In four short years, the State Headquarters was relocated to a stately two story building on Lorna Road in Birmingham. Armistead negotiated the purchase, and in a short time raised money to pay for the headquarters building. Armistead left the party with no debt and over $200,000 in the bank. During his tenure, Armistead maintained a daily presence at the headquarters, often working long hours with no pay.

Armistead was reelected to a second two year term in 2012 when he defeated Matt Fridy. Opposition to Armistead included high ranking state officials, but he won approval by a significant margin of committee members.

Party insiders were keenly aware of opposition to Armistead from a minority of the State Steering Committee members. The Steering Committee is made up of officers elected by the state committee and congressional district organizations. Also, heads of auxiliary groups like the Alabama Federation of Republican Women (AFRW), College Republicans, Young Republicans, and Alabama Minority GOP (AMG) are members. The core of the opposition to Armistead appeared to come from the auxiliary groups.

According to the minutes of the State Steering Committee, five members were appointed to a “Ballot Investigation Committee”. They were Frances Taylor, AFRW Chair, Phillip Brown, AMG Chairman, George Williams, Senior Vice Chairman of the State GOP, and two Armistead appointees, Terry Lathan and Virginia Doyle. Lathan would later resign, and Cole Lawson, College Republican Chairman was appointed to replace her. Breaking with tradition by questioning wording of the State GOP Bylaws, the Steering Committee refused to allow Chairman Armistead to appoint the ad hoc committee.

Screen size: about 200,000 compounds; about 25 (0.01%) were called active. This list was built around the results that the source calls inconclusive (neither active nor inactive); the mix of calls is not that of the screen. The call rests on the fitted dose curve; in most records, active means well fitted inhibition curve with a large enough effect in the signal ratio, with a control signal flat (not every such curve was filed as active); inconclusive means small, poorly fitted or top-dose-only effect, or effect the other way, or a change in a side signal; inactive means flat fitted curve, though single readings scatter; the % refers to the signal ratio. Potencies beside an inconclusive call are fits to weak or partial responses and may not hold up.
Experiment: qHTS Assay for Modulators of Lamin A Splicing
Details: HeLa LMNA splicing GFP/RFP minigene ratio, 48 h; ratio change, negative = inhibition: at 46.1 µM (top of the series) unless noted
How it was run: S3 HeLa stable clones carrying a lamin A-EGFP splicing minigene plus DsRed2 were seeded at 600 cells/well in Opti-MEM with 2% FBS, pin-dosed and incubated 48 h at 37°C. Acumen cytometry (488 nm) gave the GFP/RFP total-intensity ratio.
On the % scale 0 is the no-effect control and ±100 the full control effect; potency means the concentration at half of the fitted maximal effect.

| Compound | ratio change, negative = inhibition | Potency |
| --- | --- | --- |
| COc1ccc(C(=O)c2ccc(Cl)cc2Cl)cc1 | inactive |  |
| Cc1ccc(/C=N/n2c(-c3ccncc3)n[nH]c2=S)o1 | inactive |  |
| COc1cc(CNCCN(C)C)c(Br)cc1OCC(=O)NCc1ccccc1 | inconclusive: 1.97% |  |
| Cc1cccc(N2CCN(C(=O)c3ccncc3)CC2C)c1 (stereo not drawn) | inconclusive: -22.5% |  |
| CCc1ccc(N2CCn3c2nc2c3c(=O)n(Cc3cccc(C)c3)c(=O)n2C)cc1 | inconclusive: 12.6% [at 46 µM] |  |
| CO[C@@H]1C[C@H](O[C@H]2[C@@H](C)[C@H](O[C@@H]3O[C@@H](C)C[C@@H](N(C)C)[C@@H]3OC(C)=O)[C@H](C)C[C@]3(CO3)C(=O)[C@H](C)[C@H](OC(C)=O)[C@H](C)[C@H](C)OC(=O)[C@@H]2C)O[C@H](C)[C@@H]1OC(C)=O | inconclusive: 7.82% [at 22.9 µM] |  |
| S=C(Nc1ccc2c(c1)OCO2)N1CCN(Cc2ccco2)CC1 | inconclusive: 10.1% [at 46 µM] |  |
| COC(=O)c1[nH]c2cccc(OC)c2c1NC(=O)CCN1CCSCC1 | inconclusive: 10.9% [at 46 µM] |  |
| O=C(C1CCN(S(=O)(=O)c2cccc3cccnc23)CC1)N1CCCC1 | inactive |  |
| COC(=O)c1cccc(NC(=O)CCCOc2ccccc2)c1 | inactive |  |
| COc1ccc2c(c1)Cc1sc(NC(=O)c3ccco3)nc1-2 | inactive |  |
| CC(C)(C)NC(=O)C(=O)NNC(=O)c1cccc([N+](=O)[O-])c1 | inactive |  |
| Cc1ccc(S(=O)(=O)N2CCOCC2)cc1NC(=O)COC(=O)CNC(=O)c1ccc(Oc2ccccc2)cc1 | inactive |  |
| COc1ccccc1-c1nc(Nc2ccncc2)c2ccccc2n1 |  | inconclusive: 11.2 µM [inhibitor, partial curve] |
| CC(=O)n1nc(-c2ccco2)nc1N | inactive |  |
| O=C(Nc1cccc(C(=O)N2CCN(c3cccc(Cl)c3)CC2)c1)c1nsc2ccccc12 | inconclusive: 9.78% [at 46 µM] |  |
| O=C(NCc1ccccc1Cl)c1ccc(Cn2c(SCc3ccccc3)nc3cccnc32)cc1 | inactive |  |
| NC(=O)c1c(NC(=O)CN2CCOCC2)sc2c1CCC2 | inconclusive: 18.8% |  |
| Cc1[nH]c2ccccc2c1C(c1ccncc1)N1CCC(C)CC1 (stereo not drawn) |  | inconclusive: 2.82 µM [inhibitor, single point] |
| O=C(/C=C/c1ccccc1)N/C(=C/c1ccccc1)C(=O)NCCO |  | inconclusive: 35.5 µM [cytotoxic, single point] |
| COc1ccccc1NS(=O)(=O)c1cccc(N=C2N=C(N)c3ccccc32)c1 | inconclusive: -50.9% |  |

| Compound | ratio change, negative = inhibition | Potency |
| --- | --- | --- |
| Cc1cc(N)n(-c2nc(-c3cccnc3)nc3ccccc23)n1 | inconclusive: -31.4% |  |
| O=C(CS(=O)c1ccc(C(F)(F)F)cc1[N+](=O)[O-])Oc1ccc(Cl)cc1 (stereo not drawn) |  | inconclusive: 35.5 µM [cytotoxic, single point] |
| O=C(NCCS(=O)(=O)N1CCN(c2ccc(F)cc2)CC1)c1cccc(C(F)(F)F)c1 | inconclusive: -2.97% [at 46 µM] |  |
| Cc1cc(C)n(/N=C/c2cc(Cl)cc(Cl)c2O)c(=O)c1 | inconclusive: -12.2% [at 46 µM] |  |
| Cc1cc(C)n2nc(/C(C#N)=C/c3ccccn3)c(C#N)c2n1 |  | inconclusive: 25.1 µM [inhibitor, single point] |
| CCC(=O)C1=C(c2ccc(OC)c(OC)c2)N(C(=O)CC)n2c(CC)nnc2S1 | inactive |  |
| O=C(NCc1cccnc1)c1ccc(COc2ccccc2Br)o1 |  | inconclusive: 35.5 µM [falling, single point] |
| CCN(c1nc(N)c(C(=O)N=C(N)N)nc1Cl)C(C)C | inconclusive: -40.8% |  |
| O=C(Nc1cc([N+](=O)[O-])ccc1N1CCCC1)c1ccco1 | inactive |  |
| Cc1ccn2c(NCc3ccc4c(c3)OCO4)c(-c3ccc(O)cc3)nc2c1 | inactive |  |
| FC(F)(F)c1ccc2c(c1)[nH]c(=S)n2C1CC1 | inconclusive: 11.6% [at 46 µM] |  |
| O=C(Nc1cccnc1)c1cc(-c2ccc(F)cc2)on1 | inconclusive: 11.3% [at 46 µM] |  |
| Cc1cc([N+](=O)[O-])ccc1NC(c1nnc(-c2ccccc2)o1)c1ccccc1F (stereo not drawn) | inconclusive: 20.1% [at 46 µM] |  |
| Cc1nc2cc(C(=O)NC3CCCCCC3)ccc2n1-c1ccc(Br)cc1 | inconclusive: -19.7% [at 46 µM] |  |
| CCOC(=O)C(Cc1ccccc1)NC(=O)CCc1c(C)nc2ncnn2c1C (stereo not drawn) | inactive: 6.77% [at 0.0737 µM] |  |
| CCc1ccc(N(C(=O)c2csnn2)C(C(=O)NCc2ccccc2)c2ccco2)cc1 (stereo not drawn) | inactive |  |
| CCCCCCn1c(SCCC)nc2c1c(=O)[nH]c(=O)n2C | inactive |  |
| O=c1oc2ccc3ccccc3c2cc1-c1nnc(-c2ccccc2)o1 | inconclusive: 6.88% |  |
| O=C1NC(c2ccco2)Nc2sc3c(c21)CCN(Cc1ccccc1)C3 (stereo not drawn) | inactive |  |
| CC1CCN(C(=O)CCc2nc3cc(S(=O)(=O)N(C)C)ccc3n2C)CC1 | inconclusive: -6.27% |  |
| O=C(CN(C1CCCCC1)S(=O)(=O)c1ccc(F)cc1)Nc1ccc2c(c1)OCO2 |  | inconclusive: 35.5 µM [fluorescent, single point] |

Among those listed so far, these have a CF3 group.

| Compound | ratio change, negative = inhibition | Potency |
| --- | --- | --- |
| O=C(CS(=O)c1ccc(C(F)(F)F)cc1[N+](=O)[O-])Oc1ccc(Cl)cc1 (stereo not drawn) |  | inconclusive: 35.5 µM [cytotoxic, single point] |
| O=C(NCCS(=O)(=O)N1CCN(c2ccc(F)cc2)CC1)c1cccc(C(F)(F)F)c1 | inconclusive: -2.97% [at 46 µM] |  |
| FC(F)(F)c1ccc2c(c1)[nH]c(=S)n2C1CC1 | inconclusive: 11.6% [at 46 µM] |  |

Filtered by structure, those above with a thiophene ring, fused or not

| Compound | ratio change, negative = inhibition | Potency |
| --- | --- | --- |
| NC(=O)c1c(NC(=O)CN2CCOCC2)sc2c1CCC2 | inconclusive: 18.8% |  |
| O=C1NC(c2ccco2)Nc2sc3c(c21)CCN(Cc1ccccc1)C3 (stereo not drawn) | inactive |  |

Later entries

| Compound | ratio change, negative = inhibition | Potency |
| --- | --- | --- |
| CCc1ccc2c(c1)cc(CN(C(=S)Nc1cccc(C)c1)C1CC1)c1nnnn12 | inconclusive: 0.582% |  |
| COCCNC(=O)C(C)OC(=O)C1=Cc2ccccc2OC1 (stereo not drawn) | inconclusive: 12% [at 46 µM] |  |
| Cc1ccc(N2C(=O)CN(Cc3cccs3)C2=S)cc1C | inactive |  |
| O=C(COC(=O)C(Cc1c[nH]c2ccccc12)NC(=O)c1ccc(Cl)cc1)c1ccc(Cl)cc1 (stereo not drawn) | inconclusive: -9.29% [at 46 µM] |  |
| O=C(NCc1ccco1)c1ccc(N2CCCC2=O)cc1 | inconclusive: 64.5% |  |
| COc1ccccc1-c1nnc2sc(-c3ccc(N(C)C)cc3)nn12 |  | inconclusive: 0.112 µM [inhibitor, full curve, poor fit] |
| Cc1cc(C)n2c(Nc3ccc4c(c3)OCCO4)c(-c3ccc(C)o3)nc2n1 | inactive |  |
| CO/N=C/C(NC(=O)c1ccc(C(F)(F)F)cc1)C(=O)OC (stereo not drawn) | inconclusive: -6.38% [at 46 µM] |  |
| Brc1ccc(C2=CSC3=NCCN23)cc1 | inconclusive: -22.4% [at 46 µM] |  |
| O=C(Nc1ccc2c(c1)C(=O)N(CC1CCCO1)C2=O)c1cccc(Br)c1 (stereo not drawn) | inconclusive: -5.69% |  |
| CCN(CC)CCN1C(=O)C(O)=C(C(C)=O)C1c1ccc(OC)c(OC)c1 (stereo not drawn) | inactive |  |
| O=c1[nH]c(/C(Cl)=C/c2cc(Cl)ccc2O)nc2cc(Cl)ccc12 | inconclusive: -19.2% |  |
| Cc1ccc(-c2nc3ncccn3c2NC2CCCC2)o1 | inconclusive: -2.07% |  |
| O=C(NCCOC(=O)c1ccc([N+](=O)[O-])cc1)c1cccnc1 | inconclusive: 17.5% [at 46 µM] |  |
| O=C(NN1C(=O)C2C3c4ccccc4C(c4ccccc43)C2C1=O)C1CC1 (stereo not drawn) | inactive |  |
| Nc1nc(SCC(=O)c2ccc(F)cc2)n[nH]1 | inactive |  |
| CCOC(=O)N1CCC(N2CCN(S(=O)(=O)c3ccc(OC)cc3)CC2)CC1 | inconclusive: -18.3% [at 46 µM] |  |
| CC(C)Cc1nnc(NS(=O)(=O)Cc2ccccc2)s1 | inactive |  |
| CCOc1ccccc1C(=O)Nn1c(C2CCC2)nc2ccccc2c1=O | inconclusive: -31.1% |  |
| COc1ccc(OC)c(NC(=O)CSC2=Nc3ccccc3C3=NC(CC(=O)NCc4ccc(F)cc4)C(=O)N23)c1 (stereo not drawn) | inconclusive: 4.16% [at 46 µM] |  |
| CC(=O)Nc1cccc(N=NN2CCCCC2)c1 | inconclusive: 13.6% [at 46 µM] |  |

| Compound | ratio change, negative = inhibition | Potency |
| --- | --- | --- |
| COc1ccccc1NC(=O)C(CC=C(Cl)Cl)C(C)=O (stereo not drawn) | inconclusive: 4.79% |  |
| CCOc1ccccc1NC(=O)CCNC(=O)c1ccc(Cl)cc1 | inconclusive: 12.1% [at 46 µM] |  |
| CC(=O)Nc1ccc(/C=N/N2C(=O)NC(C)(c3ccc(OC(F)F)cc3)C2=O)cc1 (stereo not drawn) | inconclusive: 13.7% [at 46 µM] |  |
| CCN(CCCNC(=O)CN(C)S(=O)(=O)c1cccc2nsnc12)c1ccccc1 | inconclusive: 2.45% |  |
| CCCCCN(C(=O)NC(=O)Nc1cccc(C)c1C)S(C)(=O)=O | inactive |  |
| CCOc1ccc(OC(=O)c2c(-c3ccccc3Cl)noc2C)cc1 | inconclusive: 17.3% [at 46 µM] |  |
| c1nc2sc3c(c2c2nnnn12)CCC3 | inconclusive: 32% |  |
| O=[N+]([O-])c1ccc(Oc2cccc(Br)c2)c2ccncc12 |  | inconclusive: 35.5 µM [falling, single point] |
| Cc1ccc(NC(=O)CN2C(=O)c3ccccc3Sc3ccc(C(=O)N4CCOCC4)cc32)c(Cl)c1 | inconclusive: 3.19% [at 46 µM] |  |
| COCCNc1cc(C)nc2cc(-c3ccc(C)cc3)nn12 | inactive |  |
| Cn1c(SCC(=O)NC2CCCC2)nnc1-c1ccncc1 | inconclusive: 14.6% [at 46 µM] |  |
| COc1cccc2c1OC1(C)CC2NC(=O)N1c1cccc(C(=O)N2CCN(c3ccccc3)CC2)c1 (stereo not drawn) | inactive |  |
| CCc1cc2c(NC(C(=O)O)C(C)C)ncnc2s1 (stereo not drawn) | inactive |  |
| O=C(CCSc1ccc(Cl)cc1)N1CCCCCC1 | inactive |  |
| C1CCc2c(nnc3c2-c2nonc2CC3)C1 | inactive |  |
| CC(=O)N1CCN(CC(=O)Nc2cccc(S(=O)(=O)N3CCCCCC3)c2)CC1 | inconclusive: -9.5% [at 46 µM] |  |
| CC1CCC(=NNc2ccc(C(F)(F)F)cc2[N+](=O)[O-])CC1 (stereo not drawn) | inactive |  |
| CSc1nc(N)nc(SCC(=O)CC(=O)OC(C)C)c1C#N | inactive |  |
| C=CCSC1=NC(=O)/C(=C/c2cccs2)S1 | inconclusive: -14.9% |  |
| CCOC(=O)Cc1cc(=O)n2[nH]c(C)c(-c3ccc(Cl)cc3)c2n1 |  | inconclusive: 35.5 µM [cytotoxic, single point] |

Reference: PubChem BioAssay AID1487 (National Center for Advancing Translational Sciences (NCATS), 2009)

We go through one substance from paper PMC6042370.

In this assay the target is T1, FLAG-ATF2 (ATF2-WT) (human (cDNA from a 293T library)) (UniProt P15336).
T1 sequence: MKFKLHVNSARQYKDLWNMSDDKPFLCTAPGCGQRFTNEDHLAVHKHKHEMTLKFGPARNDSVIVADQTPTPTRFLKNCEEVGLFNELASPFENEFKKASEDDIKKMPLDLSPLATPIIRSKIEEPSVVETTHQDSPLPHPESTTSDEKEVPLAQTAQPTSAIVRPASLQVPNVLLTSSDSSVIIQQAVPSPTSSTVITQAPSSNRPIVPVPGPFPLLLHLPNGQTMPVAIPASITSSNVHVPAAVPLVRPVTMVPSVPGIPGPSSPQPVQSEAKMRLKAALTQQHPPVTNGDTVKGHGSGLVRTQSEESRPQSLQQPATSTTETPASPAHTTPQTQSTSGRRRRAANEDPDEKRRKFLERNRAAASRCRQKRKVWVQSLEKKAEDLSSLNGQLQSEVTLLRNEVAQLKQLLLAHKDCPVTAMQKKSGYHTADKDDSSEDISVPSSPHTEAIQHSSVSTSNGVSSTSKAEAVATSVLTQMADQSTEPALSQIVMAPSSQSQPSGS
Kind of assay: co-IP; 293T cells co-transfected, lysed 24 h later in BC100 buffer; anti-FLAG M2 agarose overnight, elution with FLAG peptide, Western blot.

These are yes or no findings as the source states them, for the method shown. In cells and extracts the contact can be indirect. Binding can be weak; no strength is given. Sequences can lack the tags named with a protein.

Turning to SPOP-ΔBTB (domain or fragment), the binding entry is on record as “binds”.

The report released two days before the party elections alleged that Armistead had become involved in recruiting executive committee candidates to oppose members opposed to him. It also attempted to tie Armistead to the Alabama Education Association (AEA), an organization long viewed as an enemy of the state GOP, although many current GOP office holders have a long history of accepting AEA money.

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The report itself was not approved for release by the Steering Committee, and the timing raised suspicion. The language in the report seemed to be laced with allegations backed with little evidence. Basically, it followed a “he said she said” format with little in the way of actual proof.

In an email to state committee members Armistead described the report as “shameful.”

Also, a mailer criticizing Armistead and four candidates for State Executive Committee offices hit member’s mailboxes the last week before the election on February 21st. The mailer was sent in the name of “concerned Republicans for ethical practices.” Don Wallace, Troy Towns, Harold Sachs, and Terry Lathan where all targeted by what appeared to be baseless allegations.

Pilati made reference to the anonymous post card and Lathan’s response. “Lathan said actions such as those rip apart party unity and create divisions damaging to it effectiveness.” An unnamed source within the Republican Party has indicated that the author of the negative mailer has been identified as a member of the State Executive Committee.

Larry Sims is a former member of the Alabama House of Representatives who teaches political science at an Alabama Community College